February 1, 2013
By: Carl Carlson
A neat patch of perfectly manicured lawn is an iconic image of the suburban American landscape. The smell of fresh cut grass on a summer afternoon conjures up deep nostalgic emotions. We love the vaguely naturalistic, pastoral effect they provide to our landscapes, yet we often don’t consider the negative effects of the perfectly manicured lawn, which despite appearances is not a natural component of all environments. It is important that we understand the impacts of trying to grow grass in climates that won’t naturally support them and instead find acceptable ecological options that will fit within different regional landscapes.
Lawns originated as grassed enclosures for feeding livestock, most often as communal grounds in rural towns and cities. As livestock production moved away from individual families to larger farms, the neat patch of green grass stayed but it needed to be maintained by people since the livestock were no longer on site. As European settlers expanded west into the United States, they brought their old farming practices to new landscapes, damming up rivers and building irrigation canals to support grass fields for livestock production. Fresh water, which has always been valuable, became much more so as more settlers built farms in relatively arid climates. This problem was exaggerated by the post WWII suburban building boom, as population centers shifted from the northeast to the southwest, suburbanites transplanted their temperate zone landscapes. Today we waste millions of gallons of water every year to grow grass in deserts, we dump tons of fertilizers and pesticides to keep them green (the same fertilizers and pesticides ultimately end up polluting surrounding watersheds), and we send millions of pounds of carbon dioxide into the air cutting the lawn that we continually encourage to grow. So despite the somewhat natural appearance, lawns can actually produce adverse environmental impacts.
There is however a growing movement of people who are trying to use their yards in a more efficient and hopefully ecologically thoughtful manner. Some towns are promoting xeriscaping in arid areas, landscapes that require little to no water. This trend is re-shaping (and re-coloring) the look of desert living.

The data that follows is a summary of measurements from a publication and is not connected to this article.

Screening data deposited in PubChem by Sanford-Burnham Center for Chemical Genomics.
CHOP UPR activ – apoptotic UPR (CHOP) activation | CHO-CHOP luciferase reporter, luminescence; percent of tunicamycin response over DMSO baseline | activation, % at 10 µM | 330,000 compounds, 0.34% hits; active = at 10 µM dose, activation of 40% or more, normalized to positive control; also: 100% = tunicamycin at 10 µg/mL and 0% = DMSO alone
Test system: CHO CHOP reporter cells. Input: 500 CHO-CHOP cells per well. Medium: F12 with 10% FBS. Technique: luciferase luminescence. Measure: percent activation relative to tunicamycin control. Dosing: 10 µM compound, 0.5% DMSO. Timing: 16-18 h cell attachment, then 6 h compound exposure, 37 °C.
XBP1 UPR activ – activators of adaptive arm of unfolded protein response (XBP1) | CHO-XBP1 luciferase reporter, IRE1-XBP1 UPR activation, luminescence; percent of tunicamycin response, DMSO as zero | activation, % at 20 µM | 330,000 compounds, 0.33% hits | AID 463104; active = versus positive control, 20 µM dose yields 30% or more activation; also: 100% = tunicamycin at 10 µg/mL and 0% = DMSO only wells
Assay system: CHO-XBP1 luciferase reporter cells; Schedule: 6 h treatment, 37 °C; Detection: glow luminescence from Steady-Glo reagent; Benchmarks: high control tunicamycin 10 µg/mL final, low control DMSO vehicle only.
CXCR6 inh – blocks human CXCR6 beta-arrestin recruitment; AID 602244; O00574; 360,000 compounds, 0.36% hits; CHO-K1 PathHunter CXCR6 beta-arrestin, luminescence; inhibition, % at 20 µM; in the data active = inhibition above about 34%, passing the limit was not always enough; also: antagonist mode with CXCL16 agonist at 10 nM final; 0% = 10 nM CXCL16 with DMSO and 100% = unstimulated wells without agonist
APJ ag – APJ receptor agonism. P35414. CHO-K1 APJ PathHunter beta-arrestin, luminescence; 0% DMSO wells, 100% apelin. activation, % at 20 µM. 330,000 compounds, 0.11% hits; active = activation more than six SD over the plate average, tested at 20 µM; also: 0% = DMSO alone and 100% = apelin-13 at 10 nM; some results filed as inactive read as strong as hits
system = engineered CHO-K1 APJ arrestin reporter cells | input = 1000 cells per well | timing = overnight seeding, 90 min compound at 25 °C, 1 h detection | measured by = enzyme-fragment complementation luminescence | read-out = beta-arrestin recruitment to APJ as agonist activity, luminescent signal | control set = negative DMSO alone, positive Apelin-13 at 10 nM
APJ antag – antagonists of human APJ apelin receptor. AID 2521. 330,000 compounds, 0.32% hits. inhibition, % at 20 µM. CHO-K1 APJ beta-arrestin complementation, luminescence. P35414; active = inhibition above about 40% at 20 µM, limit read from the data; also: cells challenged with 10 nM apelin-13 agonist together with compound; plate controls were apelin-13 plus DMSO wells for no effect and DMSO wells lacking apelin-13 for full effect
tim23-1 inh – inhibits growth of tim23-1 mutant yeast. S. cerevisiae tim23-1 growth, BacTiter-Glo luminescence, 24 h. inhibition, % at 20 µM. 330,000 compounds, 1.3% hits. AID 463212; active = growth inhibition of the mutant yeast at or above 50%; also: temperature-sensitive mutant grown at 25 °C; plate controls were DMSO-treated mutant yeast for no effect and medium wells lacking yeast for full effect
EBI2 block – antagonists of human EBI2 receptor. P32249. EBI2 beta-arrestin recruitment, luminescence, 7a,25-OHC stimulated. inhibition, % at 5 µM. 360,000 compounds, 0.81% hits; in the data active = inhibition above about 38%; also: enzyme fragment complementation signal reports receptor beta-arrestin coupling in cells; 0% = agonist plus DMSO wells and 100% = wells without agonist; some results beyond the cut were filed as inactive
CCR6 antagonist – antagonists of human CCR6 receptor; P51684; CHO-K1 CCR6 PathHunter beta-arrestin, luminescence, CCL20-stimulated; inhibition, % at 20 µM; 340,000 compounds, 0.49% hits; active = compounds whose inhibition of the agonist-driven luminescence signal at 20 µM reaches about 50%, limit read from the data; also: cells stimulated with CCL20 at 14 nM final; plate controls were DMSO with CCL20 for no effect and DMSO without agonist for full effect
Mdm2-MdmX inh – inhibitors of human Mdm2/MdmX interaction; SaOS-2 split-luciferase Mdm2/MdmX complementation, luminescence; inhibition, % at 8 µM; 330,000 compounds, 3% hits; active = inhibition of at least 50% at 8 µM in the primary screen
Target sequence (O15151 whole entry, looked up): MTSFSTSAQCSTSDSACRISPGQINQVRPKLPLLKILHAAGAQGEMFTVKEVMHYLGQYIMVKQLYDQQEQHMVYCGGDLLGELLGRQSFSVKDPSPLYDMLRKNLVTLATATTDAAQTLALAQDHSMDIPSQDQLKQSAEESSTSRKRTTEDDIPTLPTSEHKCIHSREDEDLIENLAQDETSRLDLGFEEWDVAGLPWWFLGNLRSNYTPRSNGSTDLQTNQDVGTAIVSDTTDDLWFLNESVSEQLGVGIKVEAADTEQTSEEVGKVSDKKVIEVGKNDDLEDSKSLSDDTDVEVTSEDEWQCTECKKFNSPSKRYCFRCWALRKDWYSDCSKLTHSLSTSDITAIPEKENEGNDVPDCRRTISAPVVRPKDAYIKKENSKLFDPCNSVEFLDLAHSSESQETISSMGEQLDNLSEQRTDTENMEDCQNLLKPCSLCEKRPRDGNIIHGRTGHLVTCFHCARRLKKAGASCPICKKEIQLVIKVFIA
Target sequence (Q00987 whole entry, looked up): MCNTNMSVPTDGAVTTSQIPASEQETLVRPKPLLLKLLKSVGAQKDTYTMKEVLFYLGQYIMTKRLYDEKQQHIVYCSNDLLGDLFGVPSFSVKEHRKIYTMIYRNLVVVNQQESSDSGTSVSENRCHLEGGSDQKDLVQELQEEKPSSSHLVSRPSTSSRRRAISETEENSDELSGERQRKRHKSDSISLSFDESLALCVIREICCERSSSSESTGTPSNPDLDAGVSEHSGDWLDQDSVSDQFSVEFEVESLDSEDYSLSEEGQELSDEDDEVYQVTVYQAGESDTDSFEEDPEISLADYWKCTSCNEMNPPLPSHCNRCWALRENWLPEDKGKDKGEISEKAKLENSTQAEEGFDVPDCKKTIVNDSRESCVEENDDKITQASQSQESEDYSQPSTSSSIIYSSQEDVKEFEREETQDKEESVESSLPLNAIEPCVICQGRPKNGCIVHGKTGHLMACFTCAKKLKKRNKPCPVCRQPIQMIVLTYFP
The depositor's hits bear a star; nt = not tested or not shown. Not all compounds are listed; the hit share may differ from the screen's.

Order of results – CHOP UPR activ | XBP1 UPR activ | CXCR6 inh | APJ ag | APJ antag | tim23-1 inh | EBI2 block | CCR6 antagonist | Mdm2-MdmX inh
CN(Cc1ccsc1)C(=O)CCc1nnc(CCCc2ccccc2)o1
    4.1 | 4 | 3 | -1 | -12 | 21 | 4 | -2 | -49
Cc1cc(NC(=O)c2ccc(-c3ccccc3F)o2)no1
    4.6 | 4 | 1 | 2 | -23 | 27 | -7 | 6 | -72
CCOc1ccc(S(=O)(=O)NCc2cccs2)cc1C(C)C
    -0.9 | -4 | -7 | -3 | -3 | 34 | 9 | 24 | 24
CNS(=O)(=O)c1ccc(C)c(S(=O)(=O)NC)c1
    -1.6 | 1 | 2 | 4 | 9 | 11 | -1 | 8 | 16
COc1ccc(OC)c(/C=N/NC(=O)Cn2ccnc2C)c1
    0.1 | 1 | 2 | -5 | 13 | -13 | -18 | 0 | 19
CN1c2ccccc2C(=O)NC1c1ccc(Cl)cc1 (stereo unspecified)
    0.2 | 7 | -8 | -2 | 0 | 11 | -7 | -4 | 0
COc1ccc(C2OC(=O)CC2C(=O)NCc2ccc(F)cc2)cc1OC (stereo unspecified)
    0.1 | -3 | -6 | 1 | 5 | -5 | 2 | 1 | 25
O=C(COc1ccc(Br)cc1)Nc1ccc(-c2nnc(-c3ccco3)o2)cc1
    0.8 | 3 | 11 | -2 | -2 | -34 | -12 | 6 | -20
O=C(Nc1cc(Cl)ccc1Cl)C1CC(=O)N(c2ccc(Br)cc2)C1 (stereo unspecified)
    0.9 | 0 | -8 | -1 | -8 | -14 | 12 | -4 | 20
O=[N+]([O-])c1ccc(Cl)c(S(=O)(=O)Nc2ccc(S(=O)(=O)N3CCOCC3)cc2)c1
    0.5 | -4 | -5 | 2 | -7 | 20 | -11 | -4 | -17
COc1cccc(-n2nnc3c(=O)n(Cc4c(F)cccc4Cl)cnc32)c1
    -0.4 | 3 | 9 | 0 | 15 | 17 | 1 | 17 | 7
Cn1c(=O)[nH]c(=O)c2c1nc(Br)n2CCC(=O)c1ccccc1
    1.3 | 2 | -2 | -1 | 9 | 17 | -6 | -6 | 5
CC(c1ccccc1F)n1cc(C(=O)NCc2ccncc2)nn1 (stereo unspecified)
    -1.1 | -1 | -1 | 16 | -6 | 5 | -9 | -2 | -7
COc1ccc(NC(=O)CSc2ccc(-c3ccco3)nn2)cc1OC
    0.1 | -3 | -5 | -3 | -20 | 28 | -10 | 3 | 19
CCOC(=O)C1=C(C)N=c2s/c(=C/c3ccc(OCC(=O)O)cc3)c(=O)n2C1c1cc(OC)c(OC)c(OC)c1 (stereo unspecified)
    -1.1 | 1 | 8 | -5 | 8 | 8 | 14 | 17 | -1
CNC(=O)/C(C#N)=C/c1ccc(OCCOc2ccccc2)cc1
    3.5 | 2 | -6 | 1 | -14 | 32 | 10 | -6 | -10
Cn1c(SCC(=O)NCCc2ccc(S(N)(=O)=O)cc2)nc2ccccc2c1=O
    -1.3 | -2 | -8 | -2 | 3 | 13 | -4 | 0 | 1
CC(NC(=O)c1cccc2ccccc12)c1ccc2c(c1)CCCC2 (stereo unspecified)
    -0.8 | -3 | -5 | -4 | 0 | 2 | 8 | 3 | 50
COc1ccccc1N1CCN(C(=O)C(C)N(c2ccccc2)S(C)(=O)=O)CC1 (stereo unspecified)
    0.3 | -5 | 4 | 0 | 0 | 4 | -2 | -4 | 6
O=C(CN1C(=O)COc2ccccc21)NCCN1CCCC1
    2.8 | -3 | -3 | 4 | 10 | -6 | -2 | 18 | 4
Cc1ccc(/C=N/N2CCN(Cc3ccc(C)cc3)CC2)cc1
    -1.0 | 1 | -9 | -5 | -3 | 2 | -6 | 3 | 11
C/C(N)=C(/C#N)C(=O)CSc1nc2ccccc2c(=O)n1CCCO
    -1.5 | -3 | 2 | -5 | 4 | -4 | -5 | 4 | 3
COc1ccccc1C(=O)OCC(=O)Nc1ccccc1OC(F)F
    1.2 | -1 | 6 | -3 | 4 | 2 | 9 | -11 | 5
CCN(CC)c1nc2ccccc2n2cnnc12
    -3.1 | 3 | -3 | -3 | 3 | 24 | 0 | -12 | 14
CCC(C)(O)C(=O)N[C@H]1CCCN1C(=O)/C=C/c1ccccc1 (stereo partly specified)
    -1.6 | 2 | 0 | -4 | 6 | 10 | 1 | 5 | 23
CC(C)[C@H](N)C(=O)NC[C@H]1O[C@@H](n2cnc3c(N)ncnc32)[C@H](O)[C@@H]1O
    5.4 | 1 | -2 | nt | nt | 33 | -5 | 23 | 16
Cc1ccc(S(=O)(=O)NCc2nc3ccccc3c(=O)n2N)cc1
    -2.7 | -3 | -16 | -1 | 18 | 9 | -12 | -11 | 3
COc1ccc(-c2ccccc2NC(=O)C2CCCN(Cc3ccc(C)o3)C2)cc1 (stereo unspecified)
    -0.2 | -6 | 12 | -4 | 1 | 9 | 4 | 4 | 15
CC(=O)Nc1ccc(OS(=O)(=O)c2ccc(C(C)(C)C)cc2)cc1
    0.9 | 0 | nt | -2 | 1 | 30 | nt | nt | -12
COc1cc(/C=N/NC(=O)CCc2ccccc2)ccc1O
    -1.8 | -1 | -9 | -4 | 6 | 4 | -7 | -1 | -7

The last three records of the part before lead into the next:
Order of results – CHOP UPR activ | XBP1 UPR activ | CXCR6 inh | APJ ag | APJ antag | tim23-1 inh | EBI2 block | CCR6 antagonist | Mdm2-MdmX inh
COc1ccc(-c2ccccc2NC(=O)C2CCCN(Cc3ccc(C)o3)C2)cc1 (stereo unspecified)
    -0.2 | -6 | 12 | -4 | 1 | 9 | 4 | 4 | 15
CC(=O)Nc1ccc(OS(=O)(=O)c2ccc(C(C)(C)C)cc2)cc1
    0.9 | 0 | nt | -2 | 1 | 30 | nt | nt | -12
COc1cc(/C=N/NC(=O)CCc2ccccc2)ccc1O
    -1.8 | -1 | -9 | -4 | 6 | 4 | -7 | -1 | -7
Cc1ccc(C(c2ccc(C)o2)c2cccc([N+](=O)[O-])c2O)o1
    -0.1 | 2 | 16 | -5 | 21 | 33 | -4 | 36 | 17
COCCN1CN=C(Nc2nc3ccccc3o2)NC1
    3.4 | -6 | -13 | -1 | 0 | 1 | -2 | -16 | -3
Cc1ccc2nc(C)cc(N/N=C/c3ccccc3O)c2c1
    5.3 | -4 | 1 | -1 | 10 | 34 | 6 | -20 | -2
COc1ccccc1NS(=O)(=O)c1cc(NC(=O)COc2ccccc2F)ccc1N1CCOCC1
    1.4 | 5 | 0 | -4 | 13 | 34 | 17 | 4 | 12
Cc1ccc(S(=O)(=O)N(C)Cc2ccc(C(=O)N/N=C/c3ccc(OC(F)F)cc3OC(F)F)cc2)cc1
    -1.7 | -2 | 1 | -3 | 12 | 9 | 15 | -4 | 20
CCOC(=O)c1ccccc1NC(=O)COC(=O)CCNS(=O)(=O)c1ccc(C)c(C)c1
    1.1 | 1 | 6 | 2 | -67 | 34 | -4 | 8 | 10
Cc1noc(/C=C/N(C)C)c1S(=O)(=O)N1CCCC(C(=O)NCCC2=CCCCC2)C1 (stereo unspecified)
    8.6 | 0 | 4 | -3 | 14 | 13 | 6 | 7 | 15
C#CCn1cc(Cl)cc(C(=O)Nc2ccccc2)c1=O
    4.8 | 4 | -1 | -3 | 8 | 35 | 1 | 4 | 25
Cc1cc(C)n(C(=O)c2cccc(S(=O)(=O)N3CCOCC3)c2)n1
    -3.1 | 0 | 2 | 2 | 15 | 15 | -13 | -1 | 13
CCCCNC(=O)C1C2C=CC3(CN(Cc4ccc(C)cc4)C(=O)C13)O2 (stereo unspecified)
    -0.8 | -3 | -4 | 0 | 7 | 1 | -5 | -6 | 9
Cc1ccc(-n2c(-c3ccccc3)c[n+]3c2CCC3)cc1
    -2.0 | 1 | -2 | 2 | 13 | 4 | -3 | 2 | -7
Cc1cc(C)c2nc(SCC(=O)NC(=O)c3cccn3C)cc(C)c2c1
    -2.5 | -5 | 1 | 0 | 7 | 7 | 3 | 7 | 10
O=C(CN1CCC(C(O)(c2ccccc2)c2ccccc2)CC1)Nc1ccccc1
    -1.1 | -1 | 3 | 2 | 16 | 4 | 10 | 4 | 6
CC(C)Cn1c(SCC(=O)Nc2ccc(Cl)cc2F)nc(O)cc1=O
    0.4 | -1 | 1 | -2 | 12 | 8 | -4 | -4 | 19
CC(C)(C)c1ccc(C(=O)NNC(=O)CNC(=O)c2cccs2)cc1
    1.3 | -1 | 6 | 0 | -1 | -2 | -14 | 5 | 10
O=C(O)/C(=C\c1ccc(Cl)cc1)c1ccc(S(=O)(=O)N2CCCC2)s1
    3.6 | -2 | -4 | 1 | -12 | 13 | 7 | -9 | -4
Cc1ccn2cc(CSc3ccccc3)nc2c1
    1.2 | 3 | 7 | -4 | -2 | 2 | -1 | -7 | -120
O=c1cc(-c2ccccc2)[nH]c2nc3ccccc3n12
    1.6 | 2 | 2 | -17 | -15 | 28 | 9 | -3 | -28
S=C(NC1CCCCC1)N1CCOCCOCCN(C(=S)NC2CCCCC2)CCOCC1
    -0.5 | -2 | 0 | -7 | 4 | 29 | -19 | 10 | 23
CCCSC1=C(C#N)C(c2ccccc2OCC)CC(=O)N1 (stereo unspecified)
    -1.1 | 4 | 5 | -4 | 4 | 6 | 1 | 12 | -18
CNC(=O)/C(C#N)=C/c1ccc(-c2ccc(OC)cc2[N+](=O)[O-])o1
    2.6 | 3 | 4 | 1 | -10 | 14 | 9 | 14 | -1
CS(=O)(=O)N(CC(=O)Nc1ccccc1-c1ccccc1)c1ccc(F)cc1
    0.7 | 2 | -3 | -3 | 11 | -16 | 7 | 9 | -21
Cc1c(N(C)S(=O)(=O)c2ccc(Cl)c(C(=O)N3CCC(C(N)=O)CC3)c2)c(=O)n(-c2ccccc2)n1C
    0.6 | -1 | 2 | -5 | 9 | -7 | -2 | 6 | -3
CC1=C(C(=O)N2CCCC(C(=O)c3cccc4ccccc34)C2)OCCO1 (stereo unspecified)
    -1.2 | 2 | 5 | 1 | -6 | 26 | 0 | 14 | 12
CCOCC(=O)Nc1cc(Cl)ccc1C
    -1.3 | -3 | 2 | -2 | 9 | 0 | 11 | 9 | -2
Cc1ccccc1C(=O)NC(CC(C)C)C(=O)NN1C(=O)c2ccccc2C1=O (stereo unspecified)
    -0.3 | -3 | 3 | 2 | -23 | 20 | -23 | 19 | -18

Mini vegetable farms in typically underused front yards are another “anti- lawn” idea gaining popularity. Although, it may not be the most ecologically sensitive (farms are highly managed and maintained landscapes that offer limited habitat value), it is a significant improvement from average American suburbia. Most front yards are relatively unused and highly manicured areas that focus on creating an appealing first impression of a home. Why shouldn’t these unused areas be more productive as vegetable gardens? Growing your own vegetables is the ultimate in the locavore movement. Food can barely get any closer than your own front yard. Growing and eating more of your own veggies has health and environmental benefits. It could encourage us to waste less water by using drip irrigation around specific plants instead of typical lawn sprinklers that indiscriminately spray water everywhere. It cuts down on greenhouse gasses by negating the need for a lawn mower and it allows for healthier regional landscapes by reducing the use of pesticides and fertilizers that might wash into storm sewers and local watersheds.
Trying to do something different with your front yard however, can have the unfortunate effect of running afoul of HOA bylaws or local regulations, as not everyone appreciates the unconventional landscaping. In some cases, municipalities have mowed down landscapes as “nuisance weeds” then billed homeowners for their destruction. Many people have been given violations and been forced return their landscapes to a style more “typical” of their surrounding neighbors and in one unfortunate case a homeowner in Michigan faced criminal charges when she refused to remove her front yard vegetable garden.
However the alternative landscaping trend is gaining momentum. Americans are becoming more interested in their gardening options, forcing elected officials to rethink zoning laws. Towns like Santa Monica are actually encouraging residents to remove lawns and replace them with something more “sustainable” as shown in a recent New York Times article.Firms like Great Ecology are developing education and outreach programs about water management on private properties or offering design services tailored to ecological concerns of their region. The more the public is educated and exposed to potential lawn transformations, the more alternative landscaping will become accepted and the less we will be negatively impacting our surrounding environment.
Want to create your own wildlife-friendly garden?
The National Wildlife Foundation provides excellent tips and will even provide Certified Wildlife Habitat designation for your property if you can fulfill their requirements.
Kurutz, Steven. The Battlefront in the Front Yard. New York Times. December 19,2012.
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